Two weeks ago, I attended the Mason School of Business’s Alumni weekend. On Friday, I took part in a round-table discussion about Mentorship. I covered why you need a mentor in my book. But this discussion took a different turn and talked about how to be a better mentor. During the discussion, we had a bit of disagreement on how to coach/train a mentee. The two thought patterns were to focus on areas of improvements (weaknesses) or to work on their strengths.
Many of the more experienced people in the room wanted to focus on weaknesses to make the person better. I disagreed with that thought process. In honor of the NBA Finals starting this week, let’s look at this from a basketball standpoint. Steph Curry is one of the best basketball players the NBA has to offer. If you were his mentor you would look at his top strength and identify it as his 3-pt shooting ability. If you were to look at his stats and determine his weakness, you would most likely see he is not known for his shot blocking ability.
Warriors at Wizards 2/3/16
The “old-school” approach would be to focus on his weaknesses and you would start coaching him on being a better shot blocker. But is that what the Golden State Warriors (his team) need him to do? They have other team members who are better at shot blocking and can do that role if Steph Curry is unable to. If I was coaching Steph Curry, I would look at his strengths and see where we can make them stronger. What if we could improve his passing ability, his crossover, or his ability to steal the basketball? Those skills, which would possibly be considered his strengths, if enhanced, would make him a better asset for his team.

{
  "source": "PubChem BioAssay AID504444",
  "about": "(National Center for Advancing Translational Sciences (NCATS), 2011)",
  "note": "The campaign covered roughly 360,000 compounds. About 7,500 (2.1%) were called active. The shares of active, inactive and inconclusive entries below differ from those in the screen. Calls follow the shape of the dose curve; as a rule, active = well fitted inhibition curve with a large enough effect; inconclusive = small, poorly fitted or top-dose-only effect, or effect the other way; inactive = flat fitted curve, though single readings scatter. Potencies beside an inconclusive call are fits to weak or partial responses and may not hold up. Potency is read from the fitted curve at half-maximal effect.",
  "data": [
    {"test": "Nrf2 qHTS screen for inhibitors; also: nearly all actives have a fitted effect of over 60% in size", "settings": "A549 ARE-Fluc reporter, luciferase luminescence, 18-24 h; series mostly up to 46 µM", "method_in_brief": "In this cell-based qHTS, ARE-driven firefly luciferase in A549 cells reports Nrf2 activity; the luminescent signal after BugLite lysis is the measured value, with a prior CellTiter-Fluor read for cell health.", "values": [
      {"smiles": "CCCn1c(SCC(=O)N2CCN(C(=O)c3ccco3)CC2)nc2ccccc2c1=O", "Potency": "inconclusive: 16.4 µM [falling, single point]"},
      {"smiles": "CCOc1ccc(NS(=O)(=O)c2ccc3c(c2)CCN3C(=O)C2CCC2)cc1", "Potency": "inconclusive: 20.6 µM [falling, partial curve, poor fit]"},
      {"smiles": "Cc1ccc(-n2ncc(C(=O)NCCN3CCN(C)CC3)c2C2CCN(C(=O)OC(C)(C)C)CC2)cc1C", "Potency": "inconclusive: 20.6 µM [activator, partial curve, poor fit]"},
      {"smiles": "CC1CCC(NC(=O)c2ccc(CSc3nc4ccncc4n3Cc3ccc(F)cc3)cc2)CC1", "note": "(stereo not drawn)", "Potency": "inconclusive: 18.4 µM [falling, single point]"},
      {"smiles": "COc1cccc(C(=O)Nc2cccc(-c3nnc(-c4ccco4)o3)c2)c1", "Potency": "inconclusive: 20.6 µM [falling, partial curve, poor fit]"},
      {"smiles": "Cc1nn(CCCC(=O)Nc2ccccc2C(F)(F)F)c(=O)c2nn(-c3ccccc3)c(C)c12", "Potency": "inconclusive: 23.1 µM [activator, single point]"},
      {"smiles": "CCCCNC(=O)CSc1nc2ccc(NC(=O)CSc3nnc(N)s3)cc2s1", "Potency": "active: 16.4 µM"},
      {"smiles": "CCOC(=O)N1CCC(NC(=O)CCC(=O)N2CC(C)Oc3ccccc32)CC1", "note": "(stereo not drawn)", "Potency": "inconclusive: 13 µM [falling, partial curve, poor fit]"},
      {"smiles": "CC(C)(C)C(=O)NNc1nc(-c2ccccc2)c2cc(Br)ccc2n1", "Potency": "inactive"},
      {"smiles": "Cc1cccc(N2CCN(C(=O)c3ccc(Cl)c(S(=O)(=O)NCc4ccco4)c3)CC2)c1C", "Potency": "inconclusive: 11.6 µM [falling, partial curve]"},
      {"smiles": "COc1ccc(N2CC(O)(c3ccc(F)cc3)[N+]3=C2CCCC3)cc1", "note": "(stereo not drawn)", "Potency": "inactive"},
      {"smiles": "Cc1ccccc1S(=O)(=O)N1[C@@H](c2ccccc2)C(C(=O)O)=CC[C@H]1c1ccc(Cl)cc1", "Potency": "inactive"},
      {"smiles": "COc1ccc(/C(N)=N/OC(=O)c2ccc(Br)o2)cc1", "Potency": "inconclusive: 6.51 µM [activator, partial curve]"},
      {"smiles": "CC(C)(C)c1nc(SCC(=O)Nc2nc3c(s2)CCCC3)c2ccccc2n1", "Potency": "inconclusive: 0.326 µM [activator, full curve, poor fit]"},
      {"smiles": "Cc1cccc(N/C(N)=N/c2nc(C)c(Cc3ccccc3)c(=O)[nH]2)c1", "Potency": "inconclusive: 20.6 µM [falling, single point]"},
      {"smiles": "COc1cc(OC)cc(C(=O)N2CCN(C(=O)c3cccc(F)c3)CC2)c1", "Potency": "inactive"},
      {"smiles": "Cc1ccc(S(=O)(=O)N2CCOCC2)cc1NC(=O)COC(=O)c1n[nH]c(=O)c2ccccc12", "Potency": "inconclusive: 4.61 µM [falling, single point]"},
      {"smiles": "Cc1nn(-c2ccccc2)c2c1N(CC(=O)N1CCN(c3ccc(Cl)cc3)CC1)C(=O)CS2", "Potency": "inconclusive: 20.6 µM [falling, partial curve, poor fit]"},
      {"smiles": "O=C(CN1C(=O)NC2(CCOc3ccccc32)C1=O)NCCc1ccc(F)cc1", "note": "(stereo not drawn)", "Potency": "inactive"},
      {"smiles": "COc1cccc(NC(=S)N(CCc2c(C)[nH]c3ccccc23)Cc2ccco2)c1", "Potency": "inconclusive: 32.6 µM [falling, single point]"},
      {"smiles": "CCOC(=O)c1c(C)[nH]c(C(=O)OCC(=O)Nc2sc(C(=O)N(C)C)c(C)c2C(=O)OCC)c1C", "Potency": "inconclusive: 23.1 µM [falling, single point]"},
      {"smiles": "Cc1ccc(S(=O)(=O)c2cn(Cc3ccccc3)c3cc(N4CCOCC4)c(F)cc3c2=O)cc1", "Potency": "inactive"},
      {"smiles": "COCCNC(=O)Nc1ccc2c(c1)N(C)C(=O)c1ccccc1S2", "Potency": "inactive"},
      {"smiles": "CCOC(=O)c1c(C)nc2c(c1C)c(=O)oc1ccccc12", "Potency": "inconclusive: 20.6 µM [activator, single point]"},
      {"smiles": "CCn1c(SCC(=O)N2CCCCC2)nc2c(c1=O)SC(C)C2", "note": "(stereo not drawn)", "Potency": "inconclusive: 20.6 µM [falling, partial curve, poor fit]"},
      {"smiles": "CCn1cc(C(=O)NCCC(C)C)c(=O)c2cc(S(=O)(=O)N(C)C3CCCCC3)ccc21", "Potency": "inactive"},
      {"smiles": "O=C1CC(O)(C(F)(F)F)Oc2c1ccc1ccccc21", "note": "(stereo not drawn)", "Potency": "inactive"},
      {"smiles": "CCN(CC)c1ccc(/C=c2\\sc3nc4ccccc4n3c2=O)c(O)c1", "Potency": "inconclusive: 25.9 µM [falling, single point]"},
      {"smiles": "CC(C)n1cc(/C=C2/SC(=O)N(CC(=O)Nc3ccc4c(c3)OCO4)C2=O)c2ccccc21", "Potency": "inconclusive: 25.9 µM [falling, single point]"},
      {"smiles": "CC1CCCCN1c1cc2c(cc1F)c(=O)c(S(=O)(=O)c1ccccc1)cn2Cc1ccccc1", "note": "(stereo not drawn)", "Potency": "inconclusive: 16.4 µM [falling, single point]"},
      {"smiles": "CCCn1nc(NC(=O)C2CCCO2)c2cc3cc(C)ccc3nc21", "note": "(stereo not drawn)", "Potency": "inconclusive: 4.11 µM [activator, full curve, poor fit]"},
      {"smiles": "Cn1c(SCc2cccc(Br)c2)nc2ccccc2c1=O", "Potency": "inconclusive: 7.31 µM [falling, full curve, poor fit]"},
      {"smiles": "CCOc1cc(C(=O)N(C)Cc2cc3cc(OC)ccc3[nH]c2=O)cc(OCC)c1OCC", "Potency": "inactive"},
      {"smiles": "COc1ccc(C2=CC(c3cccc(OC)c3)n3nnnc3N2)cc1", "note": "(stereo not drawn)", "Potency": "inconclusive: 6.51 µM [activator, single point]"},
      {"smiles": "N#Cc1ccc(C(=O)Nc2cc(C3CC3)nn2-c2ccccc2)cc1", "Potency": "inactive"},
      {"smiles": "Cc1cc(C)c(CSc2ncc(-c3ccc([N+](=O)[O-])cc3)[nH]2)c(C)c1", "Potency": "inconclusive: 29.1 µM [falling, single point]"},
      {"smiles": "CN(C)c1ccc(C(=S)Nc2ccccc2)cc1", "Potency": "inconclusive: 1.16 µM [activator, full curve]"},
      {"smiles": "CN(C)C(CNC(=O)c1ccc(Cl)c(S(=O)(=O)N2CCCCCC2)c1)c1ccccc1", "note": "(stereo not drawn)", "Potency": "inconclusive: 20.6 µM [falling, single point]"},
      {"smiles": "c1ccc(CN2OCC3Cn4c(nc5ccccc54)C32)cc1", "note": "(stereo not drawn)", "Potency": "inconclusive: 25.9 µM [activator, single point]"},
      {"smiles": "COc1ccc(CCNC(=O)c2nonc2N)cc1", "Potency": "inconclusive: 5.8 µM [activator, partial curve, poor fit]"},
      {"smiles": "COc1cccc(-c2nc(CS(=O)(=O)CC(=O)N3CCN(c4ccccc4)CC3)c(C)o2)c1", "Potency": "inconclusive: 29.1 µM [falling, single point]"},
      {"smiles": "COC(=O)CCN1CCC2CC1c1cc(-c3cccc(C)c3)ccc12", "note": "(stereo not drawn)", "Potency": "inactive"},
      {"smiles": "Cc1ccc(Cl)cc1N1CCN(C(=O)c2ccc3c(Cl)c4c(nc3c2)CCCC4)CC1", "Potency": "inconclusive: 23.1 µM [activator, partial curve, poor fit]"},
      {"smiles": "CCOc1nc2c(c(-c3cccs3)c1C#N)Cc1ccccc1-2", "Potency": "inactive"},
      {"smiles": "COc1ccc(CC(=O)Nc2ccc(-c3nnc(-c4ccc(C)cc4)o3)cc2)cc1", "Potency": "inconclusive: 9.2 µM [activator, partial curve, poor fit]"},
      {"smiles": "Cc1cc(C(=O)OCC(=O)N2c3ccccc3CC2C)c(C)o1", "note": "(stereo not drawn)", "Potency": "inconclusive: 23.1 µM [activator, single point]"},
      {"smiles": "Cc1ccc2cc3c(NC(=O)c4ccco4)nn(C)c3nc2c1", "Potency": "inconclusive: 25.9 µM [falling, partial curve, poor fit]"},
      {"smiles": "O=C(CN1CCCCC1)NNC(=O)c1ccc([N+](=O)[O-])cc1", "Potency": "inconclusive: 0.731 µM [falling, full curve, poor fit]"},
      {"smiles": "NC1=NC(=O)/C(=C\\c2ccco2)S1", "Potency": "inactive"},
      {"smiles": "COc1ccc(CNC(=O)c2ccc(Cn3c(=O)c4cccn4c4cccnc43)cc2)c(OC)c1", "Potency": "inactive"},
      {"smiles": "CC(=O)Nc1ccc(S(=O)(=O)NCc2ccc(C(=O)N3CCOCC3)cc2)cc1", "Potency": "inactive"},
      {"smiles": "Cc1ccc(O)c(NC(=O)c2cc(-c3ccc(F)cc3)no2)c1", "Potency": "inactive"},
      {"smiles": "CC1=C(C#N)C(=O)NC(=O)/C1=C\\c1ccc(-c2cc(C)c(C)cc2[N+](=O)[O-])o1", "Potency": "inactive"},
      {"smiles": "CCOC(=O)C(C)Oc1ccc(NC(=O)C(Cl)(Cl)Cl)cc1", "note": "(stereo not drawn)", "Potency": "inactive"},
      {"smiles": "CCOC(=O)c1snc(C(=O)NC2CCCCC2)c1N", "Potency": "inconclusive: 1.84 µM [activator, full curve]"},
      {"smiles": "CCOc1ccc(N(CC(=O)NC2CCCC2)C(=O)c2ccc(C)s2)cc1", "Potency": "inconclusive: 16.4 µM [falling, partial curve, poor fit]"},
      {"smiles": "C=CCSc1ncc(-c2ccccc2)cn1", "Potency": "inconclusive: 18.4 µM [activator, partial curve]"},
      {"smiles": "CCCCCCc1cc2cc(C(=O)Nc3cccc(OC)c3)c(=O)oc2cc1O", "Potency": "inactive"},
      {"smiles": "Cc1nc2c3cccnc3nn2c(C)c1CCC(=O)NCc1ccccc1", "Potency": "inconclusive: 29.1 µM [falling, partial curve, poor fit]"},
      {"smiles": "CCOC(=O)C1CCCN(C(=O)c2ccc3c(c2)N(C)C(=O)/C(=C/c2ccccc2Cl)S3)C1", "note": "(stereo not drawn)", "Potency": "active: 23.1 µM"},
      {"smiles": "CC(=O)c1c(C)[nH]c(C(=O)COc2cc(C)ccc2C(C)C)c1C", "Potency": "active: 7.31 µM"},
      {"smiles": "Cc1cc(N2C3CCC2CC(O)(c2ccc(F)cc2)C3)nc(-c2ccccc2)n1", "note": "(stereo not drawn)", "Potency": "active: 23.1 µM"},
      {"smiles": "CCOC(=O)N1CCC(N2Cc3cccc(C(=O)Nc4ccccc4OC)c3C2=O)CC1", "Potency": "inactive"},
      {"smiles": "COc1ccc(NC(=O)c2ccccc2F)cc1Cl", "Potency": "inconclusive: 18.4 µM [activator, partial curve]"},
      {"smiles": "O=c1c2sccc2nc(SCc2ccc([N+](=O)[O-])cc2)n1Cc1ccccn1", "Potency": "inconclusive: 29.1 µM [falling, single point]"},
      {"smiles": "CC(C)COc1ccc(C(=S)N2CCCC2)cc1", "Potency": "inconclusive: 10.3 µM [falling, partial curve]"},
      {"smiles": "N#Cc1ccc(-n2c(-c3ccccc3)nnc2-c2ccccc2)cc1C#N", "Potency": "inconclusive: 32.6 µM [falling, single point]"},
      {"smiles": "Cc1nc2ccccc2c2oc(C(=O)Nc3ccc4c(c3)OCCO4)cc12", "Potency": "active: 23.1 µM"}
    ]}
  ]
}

In addition to focusing on the strengths instead of the weaknesses, I would advise coaches, managers, and mentors to look past the numbers. Again looking at a sports analogy, if I was looking at a pitcher in baseball and my stats told me that every outing he had, he would produce 2 strikeouts. Is that good? The answer to that question is…it depends. Is he a starter? Starters hopefully pitch 5-8 innings with three outs per inning would mean that he would see a total of 15-24 outs in each outing. Only 2 strikeouts would tell you that he is not a pitcher known for throwing strikeouts. But if I told you he was the closer who comes into the last inning of a game to help the team win. He only has three outs in his appearance and if he strikes out 2 of the 3 then he is most likely identified as a strikeout pitcher. So when you look at your sales reps, do not just look at the number of dollars closed, the number of deals closed, and the number of opportunities opened. You would also want to look at what percentage of calls made turned into meetings. What percentage of meetings turned into opportunities and what percentage of opportunities turned into successfully won deals.
If you are a manager, start focusing on the strengths and start looking at percentages. If you are a sales professional, ask your manager for help on your strengths and make sure you know your numbers. Not just the actual activity, but also the success rates that you have.